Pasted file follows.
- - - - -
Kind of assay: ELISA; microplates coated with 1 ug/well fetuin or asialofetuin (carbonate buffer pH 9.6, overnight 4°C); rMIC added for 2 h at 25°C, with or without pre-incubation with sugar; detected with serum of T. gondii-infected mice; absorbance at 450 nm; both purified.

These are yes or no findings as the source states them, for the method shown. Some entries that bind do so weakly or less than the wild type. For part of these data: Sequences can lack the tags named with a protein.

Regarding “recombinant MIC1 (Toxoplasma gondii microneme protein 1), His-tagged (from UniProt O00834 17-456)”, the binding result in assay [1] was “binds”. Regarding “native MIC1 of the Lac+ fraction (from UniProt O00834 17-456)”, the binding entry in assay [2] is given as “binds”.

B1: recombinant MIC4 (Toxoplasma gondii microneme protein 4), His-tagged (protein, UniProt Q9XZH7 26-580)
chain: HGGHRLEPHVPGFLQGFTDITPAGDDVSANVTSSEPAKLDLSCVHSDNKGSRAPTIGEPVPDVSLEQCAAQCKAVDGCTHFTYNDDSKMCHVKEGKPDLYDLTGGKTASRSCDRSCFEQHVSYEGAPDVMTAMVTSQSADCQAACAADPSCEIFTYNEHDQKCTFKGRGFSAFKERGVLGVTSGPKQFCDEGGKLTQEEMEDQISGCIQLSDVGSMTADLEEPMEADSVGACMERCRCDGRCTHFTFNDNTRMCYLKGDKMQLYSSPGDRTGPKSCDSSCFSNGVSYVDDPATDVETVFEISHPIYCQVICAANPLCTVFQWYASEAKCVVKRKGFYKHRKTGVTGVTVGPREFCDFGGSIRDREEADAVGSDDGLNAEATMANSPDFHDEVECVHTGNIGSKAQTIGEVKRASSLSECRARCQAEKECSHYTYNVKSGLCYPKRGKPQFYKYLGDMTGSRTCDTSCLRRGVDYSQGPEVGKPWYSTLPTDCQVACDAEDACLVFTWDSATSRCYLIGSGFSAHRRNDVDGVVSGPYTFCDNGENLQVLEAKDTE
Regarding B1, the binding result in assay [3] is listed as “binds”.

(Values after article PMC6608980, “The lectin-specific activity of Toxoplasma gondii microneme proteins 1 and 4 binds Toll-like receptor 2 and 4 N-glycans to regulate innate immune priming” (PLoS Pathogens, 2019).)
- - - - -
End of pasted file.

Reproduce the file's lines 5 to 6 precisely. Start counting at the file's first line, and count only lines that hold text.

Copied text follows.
chain: HGGHRLEPHVPGFLQGFTDITPAGDDVSANVTSSEPAKLDLSCVHSDNKGSRAPTIGEPVPDVSLEQCAAQCKAVDGCTHFTYNDDSKMCHVKEGKPDLYDLTGGKTASRSCDRSCFEQHVSYEGAPDVMTAMVTSQSADCQAACAADPSCEIFTYNEHDQKCTFKGRGFSAFKERGVLGVTSGPKQFCDEGGKLTQEEMEDQISGCIQLSDVGSMTADLEEPMEADSVGACMERCRCDGRCTHFTFNDNTRMCYLKGDKMQLYSSPGDRTGPKSCDSSCFSNGVSYVDDPATDVETVFEISHPIYCQVICAANPLCTVFQWYASEAKCVVKRKGFYKHRKTGVTGVTVGPREFCDFGGSIRDREEADAVGSDDGLNAEATMANSPDFHDEVECVHTGNIGSKAQTIGEVKRASSLSECRARCQAEKECSHYTYNVKSGLCYPKRGKPQFYKYLGDMTGSRTCDTSCLRRGVDYSQGPEVGKPWYSTLPTDCQVACDAEDACLVFTWDSATSRCYLIGSGFSAHRRNDVDGVVSGPYTFCDNGENLQVLEAKDTE
Regarding B1, the binding result in assay [3] is listed as “binds”.